Finger length related to early heart attack! | High ‘digit ratio’ (>1.00)

October 5, 2008

Finger length in young boys related to early heart attack.

The finger length in men related to early heart attack.

Finger length & early heart attack:

The length of a young boy’s finger may provide a clue as to whether he will be at risk of a heart attack in early adulthood. This is because these boys tend to have lower levels of the male sex hormone testosterone, which is known to protect against heart attack.

Scientists at Liverpool University have established a link between the length of baby boys’ fingers and their chances of going on to have a heart attack at an unusually young age. They believe the link could provide doctors with a simple way to to spot potential heart disease victims at a very early age. The research shows that boys with shorter ring fingers tend to be at greatest risk.

Lead researcher Dr John Manning told the BBC:

“Males tend to have a relatively longer ring finger compared to the index finger than females.”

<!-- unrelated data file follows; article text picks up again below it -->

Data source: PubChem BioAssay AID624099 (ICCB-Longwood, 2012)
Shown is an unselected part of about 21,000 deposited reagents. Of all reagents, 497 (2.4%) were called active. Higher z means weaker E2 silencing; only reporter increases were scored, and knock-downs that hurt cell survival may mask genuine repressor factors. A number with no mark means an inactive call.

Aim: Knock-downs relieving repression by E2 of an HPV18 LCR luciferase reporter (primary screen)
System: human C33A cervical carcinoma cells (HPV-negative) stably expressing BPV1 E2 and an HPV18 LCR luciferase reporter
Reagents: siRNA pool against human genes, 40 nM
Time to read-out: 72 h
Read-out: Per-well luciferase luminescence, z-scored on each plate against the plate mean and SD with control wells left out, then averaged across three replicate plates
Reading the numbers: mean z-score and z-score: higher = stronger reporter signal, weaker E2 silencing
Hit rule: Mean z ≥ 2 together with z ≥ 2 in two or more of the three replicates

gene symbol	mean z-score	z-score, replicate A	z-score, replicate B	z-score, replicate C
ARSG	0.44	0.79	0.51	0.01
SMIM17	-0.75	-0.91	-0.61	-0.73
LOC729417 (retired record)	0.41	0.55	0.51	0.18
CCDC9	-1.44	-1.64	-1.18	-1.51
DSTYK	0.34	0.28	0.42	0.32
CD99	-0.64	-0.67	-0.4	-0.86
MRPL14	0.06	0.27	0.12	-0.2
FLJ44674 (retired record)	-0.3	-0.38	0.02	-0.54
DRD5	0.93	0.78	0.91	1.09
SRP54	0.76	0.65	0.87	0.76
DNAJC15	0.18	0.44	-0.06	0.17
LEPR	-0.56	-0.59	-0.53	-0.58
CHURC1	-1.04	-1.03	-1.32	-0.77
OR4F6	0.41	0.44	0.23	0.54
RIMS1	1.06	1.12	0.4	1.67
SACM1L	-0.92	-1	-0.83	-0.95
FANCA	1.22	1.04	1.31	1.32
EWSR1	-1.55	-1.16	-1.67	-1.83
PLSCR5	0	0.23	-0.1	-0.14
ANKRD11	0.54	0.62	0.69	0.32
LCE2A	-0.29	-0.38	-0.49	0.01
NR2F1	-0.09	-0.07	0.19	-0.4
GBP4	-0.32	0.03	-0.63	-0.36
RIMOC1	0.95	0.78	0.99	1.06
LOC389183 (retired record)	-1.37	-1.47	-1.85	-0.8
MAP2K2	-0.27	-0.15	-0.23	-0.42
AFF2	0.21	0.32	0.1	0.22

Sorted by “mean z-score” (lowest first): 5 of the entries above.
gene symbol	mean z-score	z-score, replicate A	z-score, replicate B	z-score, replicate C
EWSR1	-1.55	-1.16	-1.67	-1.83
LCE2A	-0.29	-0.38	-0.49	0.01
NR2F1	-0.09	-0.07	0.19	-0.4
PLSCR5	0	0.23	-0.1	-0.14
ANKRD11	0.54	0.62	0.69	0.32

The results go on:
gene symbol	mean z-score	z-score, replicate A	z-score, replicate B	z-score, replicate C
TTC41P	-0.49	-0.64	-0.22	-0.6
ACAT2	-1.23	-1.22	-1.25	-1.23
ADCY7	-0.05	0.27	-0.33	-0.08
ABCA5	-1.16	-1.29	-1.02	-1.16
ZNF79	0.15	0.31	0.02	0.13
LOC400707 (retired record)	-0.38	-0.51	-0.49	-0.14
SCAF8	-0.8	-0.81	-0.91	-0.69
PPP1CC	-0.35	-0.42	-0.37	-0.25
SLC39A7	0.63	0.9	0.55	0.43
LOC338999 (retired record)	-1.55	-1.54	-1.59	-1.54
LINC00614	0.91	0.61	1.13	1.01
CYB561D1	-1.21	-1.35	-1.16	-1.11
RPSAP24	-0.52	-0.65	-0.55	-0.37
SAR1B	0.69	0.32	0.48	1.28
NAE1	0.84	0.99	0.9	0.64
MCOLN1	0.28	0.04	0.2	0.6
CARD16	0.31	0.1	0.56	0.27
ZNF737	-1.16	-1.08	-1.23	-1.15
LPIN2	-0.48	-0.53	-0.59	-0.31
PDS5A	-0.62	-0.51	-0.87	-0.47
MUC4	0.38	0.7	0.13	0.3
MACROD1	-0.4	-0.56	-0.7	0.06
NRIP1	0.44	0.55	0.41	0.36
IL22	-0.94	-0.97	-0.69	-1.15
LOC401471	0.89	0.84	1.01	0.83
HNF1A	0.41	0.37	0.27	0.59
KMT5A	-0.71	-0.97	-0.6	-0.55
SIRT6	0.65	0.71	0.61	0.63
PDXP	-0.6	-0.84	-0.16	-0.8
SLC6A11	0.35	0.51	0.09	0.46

“There is a relationship between the ratio between these two finger lengths and the age at heart attack of people who do have heart attacks.”

Dr Manning and Dr Peter Bundred examined 151 male heart attack victims in Merseyside. They found the age range for heart attacks in men where the index finger was relatively long was 35 to 80 years of age, but in those with relatively long ring fingers it was 58 to 80.

The research was published in the British Journal of Cardiology.

An overview of the scientific sources which have found a link between finger length (high ‘digit ratio’: >1.0) and heart problems:

* Endurance running and digit ratio (2D:4D): implications for fetal testosterone effects on running speed and vascular health. – 2007

* The 2nd-4th digit ratio (2D:4D) and neck circumference: implications for risk factors in coronary heart disease. – 2006

* The ratio of 2nd to 4th digit length: a new predictor of disease predisposition? – 2000

Digit ratio related to early heart attack.


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